Hey there – it’s Daniel hopping on my soapbox today to shout about success and what it really means. This is such an interesting topic because everyone has their own ideas of success. My concern is that we put far too much emphasis on a certain state of being or a level to achieve, which ends up being detrimental to our mental health when we don’t hit societally prescribed markers. Aren’t humans hilarious?
Let’s get into it…
success should be selfish
I’ve been thinking lately about success and what it means to me. A lot of our goals revolve around “being successful” or “making it”- but what in the h-e-double hockey stick does that actually mean?
I feel very strongly that our ideas of success should not be tied to other people’s ideas of success. Period. It’s also important to recognize that there’s a very high chance that our ideas of success probably are tied to other people’s ideas of success and, furthermore, other people’s opinions.
“I’ll be successful when I show my dad I can build a successful business”
“I’ll feel successful when I make it to the Olympics”
“I’ll see myself as a success when I am married with two kids”.
We can’t find success in anything if we’re really just looking to impress someone else, or trying to rise to
some elusive level beyond our current standing.
To me, success isn’t about what you get, it’s about how you feel and how fulfilled you are in your life.
And therefore, success should be selfish.
F!@$ what other people think. If you’re feeling fulfilled – you’re winning.
it ain’t just money, honey
We are living in a material world… but not everyone is a material girl, or guy. It doesn’t help that we are bombarded with celebrity and influencer culture that shoves glitzy and glamorous lifestyles in our faces as if that’s the pinnacle of success. But not everyone needs a private jet to be happy, Kim Kardashian!
Success is often tied to money and I, for one, am not here for it. There’s so much more to life than money. Money is just energy, and there are a lot of ways to gain fulfillment other than a bursting bank account. Can money make things easier and open a lot of doors? Absolutely. Is it the “be all/end all” in order to have a fulfilling life? Absolutely not. I know this because some of the happiest times in my life were the times I was broke.
Think about it – some people see success as a mansion with a garage filled with luxury cars. Others see it as having the freedom to work, live and travel from their camper van.
To me, this proves that success is subjective.
It also means that the only thing standing between you and success is your ability to reflect on your life and what matters to you.
The point is: it’s never too late to redefine your relationship with success.
redefine to feel fine
The other day I heard Jane Fonda in an interview say “It’s our greatest freedom that humans have, the ability to redefine the things that have happened to us”. Ain’t that the truth, Jane!
I think this also applies to our personal definitions in life, including success, because we’ve spent most of our lives being indoctrinated into a very specific idea of what it means to reach a level of “completion” in various areas of our lives.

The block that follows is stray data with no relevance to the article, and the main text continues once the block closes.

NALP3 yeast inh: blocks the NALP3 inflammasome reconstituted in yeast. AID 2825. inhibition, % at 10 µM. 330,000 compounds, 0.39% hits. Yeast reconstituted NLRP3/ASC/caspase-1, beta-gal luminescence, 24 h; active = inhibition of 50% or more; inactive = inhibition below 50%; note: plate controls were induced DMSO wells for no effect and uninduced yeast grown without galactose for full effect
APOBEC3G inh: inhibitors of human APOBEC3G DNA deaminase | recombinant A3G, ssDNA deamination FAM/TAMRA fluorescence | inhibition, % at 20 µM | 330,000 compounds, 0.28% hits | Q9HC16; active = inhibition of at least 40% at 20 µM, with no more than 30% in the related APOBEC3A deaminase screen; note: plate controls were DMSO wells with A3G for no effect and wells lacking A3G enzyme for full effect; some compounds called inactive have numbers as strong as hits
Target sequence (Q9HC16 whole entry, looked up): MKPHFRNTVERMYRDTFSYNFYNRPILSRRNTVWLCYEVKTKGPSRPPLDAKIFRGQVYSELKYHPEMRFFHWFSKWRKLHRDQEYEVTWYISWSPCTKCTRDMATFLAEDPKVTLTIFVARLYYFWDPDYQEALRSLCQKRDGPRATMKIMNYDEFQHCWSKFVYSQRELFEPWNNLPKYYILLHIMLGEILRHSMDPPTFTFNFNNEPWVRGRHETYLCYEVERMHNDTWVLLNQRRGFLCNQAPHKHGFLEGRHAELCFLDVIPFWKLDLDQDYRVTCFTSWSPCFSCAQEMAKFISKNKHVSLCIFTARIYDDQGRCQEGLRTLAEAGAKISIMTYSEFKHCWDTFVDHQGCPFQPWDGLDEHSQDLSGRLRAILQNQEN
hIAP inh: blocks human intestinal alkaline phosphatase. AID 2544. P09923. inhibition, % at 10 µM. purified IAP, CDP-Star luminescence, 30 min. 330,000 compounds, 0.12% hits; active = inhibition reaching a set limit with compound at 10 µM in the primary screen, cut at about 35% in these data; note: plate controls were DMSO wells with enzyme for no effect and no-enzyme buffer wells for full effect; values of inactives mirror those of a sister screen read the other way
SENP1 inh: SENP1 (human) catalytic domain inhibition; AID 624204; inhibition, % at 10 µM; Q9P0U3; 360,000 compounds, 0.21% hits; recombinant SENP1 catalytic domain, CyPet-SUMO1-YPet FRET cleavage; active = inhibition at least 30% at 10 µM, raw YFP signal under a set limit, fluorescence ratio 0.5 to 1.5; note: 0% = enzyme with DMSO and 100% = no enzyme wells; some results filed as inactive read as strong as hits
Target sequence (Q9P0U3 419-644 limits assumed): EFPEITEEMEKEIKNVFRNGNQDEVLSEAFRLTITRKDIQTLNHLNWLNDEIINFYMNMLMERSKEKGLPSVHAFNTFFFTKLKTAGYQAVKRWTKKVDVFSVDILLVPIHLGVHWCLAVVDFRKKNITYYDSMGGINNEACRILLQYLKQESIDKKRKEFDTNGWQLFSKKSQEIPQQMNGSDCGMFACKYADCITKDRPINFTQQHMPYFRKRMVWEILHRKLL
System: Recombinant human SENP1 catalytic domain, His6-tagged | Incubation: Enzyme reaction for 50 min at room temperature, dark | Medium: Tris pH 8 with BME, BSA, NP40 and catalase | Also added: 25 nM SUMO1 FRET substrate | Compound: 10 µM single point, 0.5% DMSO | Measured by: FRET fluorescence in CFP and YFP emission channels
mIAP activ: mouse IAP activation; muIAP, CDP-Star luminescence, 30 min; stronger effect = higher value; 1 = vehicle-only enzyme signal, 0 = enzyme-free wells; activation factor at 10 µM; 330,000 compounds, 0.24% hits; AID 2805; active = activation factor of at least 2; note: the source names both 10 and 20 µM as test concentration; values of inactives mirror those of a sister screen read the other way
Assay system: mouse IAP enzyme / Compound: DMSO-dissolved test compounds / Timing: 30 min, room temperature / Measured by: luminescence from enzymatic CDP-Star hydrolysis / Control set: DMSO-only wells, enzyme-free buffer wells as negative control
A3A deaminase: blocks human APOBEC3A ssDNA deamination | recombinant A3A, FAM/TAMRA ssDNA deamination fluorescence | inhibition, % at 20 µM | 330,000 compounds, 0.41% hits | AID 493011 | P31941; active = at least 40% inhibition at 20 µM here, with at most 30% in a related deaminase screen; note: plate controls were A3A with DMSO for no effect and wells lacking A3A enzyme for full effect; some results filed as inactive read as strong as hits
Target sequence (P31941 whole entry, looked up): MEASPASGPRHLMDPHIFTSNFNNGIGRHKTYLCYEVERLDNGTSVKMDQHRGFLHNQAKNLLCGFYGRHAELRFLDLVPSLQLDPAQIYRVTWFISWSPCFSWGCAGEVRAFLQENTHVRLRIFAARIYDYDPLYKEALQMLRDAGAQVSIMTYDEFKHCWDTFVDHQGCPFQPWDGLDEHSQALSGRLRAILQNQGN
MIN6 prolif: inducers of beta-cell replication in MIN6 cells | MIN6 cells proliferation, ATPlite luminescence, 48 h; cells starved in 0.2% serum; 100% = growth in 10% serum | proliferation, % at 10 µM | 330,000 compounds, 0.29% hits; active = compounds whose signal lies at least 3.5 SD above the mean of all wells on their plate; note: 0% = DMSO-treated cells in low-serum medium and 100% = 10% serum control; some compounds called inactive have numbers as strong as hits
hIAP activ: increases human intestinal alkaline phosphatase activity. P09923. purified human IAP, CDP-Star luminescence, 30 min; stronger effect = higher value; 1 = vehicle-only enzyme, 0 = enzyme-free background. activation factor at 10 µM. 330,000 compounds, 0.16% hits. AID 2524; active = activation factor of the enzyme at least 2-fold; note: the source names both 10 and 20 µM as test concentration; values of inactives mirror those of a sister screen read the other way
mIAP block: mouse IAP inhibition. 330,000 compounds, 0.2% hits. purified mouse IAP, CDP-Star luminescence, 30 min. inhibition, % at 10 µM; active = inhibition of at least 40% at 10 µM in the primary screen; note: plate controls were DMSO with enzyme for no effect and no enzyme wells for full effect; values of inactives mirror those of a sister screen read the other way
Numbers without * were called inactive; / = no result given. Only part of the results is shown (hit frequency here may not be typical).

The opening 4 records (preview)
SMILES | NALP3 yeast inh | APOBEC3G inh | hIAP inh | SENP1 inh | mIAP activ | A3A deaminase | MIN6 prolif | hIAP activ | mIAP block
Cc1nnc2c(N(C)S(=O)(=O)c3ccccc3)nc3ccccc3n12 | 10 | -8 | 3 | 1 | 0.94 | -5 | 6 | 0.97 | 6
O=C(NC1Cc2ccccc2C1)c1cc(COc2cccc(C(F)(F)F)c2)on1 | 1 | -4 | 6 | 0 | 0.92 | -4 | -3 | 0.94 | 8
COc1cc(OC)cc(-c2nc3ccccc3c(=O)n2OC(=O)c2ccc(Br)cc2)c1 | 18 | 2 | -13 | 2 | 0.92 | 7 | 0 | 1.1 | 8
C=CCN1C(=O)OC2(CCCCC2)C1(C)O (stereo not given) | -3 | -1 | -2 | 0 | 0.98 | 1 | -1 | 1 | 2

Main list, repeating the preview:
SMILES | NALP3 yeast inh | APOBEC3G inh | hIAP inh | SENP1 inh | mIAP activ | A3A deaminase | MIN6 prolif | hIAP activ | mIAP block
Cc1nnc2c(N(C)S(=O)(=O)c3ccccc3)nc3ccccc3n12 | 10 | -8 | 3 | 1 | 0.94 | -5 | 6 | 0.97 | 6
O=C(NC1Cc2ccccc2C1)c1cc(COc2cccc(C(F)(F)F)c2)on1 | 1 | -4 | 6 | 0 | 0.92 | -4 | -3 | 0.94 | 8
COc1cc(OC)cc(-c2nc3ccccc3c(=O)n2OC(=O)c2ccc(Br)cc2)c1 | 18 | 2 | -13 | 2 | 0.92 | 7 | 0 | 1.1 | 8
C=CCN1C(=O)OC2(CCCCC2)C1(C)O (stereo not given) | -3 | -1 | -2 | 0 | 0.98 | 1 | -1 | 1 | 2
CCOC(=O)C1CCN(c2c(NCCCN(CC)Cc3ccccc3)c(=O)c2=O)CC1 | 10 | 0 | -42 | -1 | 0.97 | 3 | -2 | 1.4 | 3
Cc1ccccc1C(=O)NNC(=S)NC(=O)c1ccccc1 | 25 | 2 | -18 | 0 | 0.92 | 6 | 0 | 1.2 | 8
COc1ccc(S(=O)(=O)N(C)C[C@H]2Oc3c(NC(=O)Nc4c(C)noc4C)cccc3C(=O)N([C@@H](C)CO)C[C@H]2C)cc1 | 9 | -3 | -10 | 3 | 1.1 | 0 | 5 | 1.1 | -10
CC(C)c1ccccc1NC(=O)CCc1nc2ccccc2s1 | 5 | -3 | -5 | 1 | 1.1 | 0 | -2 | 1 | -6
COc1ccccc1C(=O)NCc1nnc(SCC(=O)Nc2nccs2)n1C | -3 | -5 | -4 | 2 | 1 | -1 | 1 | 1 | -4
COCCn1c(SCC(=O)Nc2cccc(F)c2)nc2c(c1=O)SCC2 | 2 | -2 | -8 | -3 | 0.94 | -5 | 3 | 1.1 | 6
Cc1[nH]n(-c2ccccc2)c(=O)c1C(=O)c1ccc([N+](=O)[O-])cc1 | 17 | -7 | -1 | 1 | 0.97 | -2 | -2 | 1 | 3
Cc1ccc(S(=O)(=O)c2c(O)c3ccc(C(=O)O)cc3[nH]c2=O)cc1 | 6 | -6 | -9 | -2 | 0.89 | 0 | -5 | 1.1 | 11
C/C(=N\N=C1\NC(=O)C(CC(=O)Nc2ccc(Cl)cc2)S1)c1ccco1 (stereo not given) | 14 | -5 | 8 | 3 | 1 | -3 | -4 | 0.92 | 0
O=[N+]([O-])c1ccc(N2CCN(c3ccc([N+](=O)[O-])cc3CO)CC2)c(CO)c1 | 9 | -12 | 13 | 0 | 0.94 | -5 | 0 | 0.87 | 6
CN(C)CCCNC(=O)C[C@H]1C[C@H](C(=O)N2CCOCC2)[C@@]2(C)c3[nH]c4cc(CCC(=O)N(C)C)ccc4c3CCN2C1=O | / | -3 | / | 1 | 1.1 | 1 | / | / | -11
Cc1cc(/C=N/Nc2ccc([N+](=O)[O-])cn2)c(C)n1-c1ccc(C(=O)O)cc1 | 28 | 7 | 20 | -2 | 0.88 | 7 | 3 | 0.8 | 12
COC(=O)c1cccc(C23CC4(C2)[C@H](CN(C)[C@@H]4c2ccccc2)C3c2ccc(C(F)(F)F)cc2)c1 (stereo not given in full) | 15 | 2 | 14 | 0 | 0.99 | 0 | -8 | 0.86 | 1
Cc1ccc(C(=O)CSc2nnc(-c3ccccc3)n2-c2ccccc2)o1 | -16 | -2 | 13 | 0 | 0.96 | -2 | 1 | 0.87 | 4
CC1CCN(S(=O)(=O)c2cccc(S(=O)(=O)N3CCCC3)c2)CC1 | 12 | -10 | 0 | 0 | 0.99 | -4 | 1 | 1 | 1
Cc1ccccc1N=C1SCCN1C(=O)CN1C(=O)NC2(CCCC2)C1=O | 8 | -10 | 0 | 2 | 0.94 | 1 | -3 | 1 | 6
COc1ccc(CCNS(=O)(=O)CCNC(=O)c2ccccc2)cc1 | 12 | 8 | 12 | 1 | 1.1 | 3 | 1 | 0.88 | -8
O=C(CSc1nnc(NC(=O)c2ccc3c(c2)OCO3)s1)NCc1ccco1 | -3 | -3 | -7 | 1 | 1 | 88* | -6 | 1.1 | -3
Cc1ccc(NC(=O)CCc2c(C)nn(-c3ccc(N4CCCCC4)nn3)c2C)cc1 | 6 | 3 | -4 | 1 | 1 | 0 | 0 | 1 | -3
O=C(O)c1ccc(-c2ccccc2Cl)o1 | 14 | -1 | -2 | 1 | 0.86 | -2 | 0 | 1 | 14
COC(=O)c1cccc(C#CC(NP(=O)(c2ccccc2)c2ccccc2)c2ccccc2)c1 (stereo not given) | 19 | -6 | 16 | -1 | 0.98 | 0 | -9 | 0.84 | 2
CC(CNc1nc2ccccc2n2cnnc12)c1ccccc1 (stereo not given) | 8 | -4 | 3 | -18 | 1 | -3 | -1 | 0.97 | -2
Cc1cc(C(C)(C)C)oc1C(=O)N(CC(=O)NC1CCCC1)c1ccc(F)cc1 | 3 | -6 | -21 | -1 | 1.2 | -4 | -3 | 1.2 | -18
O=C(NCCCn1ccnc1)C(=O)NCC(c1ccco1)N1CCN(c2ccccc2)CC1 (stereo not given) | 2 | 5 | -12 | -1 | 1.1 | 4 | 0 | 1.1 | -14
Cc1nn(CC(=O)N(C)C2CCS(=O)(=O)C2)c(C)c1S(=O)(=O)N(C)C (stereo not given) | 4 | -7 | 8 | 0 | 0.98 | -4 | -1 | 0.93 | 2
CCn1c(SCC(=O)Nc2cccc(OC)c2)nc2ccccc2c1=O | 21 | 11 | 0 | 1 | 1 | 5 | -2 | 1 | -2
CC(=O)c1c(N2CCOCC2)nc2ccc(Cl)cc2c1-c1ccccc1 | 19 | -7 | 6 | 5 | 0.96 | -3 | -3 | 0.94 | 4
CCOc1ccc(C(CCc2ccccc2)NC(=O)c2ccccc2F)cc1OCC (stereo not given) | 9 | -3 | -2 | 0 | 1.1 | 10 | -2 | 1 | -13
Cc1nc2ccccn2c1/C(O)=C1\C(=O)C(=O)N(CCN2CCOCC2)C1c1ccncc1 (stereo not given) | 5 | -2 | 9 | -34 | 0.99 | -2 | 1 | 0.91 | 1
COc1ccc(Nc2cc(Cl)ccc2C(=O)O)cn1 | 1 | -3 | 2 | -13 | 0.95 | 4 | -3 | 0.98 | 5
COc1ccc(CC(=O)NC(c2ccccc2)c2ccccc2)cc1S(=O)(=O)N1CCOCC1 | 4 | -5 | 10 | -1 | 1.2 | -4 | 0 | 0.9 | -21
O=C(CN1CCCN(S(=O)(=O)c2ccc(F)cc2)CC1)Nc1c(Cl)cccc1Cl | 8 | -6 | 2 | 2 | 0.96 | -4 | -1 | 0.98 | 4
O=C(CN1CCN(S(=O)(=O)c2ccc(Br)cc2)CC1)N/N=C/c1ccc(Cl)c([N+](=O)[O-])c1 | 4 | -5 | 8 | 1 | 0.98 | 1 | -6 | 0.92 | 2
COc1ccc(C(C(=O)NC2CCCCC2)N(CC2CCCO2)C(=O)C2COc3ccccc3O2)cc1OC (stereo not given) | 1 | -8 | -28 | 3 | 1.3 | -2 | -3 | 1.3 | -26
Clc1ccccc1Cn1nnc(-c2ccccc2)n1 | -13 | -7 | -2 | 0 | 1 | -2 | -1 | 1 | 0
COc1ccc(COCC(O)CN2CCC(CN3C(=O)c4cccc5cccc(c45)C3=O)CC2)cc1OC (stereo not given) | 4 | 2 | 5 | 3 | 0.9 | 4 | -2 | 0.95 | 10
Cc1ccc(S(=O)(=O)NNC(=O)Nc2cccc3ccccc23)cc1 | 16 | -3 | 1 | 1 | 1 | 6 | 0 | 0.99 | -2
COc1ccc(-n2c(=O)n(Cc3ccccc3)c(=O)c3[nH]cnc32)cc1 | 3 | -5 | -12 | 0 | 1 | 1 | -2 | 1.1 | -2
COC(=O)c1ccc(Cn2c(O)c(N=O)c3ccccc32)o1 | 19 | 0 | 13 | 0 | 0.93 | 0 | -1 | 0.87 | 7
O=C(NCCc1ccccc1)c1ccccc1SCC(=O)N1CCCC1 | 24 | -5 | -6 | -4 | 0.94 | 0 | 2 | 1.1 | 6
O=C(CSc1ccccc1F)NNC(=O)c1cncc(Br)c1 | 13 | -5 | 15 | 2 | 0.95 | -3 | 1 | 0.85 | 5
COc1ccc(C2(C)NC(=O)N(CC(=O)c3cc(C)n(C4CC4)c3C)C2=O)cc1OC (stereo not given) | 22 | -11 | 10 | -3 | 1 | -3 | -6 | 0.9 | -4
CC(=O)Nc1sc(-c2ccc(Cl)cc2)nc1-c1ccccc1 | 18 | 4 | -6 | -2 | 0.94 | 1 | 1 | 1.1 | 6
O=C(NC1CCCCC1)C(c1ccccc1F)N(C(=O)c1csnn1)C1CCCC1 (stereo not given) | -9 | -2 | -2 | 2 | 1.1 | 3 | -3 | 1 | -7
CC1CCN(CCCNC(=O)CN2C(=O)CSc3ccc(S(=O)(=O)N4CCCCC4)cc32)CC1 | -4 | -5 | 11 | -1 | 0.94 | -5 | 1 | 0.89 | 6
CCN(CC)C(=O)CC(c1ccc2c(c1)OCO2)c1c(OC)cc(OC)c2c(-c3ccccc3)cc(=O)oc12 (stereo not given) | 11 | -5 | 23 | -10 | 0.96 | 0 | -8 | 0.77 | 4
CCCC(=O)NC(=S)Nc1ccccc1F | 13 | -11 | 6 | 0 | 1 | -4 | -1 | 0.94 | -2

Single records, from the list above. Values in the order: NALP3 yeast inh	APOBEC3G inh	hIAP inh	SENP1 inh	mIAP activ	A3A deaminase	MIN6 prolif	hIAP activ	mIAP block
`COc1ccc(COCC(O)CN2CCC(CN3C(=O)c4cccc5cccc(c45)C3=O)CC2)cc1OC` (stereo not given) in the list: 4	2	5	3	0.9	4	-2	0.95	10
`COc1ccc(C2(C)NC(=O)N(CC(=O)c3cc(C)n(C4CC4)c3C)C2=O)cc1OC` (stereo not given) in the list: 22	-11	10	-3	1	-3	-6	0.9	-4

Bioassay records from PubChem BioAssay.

As I’ve mentioned before, I’ve flitted about like a hummingbird to a lot of different jobs and experiences in my life – from acting, singing, songwriting, graphic and web design, yoga, meditation, and more. I still dabble, but I know for sure that my propensity to pivot to my next highest excitement throughout my life caused me to carry around a constant sense of failure for many years.
For example, when I was younger, I dreamed of being a big Hollywood and Broadway actor. Now, after 10 years of auditions, commercials, musicals, movies, voice acting and TV shows, I don’t have a resume that boasts anything too spectacular. I made it to Hollywood, but wasn’t in any big movies. I made it to Broadway, but only as an audience member. Previously I considered this a failure and sunk into the drama of identifying as a “failed actor”.
Nowadays I feel like I had a very successful acting career because I set out to do all the things I wanted to do – I had everything from background roles to starring roles and everything in between – and eventually I realized this was not the dream or the passion it started out as, and I moved on to the next phase of my life… and then the next.
Luckily my obsession with personal development has also provided the opportunity to learn from many different authors and teachers and, ultimately I’ve realized success is personal and no one else gets to decide your definition.
I think it’s also important to underline the fact that there is no completion in life. You can’t get it wrong because you never get it done. We only have so much time on this earth and it’s impossible to do everything, so every moment we’re alive is technically a success in my books.
When it comes to Vortex, we set out to build a studio that provided the opportunity for personal growth on many levels – physical, emotional, mental, and spiritual.
Does that mean to be successful we have to hit a certain amount of visitors or sessions? Or perhaps success is a certain number on a financial spreadsheet? Or getting national media coverage? Winning some awards or accolades? 50 franchises across North America?
All I know is, given the amount of people we’ve made feel good who have told us how their lives have been impacted, I can honestly say if Vortex closed tomorrow that I would feel like it had been a success.
So my message to you is this: Move forward in your life celebrating every win and loss as a success. Every step forward sees you defining (or redefining) who you are and becoming a higher version of yourself.
And having self-awareness and gratitude throughout this beautiful life that you get to create really is the highest form of success.